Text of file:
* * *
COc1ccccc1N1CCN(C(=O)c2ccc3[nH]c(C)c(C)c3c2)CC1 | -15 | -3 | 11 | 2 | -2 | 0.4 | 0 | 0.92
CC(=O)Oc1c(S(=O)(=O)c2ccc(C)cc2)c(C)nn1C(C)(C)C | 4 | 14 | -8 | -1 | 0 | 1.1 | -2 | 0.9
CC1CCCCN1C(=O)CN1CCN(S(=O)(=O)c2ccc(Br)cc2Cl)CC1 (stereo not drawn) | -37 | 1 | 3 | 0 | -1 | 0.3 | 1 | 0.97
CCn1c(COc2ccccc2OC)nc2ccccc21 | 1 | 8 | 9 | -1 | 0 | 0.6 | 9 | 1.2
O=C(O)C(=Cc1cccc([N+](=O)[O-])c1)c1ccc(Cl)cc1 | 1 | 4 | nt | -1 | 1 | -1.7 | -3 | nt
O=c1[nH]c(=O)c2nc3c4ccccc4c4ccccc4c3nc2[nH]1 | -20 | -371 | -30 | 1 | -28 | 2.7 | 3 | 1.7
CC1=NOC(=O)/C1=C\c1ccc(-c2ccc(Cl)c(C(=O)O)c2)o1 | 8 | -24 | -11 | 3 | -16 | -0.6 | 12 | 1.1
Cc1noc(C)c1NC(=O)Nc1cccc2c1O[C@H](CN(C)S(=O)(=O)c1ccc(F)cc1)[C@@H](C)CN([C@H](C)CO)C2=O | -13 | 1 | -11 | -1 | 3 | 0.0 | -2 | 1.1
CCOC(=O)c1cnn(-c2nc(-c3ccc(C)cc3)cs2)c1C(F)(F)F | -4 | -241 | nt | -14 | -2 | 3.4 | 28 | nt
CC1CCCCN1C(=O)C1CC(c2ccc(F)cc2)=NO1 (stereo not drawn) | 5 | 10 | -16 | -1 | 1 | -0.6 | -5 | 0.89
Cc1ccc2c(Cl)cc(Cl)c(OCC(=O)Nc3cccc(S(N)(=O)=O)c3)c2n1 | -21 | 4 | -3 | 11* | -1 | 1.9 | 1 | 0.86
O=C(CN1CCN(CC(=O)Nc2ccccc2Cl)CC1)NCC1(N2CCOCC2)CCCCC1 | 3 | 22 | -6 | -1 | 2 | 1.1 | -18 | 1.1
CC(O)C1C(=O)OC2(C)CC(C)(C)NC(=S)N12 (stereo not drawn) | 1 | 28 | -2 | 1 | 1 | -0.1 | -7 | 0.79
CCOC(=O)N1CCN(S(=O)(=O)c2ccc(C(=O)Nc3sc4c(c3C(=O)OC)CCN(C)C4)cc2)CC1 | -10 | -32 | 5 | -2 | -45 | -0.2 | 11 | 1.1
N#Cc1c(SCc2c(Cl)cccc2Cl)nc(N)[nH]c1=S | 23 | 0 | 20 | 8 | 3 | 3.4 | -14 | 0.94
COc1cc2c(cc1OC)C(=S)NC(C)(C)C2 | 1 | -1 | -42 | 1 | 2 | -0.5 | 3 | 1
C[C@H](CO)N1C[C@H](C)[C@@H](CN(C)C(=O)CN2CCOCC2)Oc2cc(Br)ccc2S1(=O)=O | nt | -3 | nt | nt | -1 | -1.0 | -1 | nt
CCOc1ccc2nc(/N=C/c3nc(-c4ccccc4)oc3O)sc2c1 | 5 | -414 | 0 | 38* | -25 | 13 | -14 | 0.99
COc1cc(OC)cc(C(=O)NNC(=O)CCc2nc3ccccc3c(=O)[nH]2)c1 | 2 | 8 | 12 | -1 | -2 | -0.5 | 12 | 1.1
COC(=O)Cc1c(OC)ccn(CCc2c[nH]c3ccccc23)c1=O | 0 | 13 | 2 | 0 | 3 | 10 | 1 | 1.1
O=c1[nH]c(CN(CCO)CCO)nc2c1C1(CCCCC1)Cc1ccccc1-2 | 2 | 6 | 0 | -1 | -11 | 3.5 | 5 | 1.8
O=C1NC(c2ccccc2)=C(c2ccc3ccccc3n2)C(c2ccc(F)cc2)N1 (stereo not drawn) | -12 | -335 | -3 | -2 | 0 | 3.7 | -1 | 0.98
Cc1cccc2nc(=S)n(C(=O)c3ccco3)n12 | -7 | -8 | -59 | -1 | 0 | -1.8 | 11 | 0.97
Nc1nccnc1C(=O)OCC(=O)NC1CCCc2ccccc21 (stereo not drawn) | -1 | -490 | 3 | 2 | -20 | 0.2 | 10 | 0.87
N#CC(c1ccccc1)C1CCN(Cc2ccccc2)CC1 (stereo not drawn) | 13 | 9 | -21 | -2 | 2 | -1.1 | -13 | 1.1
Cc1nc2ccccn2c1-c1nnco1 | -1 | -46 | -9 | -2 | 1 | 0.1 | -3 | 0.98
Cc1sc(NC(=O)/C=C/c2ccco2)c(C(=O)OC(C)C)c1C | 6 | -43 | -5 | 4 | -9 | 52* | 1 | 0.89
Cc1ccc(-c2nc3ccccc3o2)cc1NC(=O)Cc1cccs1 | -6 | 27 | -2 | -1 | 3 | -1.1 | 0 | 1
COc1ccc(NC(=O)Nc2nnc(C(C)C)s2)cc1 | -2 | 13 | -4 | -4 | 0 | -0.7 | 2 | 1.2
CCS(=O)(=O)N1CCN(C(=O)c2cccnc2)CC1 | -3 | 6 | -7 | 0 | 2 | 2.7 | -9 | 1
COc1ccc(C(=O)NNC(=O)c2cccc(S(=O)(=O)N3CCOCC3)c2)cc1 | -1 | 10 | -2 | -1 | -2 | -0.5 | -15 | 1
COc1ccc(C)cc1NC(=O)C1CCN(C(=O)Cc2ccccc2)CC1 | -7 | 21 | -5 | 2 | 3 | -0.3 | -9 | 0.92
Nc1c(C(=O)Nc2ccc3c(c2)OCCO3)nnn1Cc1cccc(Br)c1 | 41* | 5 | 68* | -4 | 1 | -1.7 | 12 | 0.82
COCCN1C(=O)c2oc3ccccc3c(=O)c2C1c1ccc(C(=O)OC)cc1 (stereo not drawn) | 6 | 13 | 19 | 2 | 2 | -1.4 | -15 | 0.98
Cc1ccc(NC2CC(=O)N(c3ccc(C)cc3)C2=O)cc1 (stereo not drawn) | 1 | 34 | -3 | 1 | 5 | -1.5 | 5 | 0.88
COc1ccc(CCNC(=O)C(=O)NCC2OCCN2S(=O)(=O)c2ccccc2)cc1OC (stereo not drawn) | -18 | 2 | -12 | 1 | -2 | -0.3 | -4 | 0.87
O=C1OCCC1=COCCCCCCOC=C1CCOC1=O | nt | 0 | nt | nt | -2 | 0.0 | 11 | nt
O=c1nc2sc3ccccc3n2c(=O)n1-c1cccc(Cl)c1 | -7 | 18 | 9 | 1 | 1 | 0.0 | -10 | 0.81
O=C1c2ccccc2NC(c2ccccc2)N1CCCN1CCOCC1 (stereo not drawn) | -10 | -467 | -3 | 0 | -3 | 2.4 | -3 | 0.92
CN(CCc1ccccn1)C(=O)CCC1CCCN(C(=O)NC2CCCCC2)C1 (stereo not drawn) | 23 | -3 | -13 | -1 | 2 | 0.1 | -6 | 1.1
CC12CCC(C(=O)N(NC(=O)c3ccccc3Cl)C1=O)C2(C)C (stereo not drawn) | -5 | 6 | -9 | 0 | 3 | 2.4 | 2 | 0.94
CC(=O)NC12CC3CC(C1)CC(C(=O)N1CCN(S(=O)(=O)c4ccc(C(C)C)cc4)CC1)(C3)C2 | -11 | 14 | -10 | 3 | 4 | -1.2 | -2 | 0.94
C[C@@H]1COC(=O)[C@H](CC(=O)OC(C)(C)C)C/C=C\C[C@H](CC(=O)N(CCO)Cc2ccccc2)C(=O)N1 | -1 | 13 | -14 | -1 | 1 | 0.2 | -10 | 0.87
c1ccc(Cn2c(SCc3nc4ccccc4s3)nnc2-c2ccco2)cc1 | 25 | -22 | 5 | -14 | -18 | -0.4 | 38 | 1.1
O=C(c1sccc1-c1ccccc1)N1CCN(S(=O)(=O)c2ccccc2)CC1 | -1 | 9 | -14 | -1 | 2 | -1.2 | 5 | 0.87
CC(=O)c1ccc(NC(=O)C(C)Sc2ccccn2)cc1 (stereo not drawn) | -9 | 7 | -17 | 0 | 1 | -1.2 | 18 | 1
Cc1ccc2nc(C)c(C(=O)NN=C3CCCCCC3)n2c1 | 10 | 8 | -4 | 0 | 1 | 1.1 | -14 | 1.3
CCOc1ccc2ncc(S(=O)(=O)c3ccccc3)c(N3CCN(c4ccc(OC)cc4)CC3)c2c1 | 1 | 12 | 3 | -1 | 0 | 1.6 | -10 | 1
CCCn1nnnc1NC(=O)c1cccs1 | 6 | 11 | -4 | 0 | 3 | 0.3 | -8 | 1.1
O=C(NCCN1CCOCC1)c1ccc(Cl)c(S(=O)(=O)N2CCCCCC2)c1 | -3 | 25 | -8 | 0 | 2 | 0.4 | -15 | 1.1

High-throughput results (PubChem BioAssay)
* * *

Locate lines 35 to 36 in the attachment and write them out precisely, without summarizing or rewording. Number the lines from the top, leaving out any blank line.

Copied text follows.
Cc1ccc(NC2CC(=O)N(c3ccc(C)cc3)C2=O)cc1 (stereo not drawn) | 1 | 34 | -3 | 1 | 5 | -1.5 | 5 | 0.88
COc1ccc(CCNC(=O)C(=O)NCC2OCCN2S(=O)(=O)c2ccccc2)cc1OC (stereo not drawn) | -18 | 2 | -12 | 1 | -2 | -0.3 | -4 | 0.87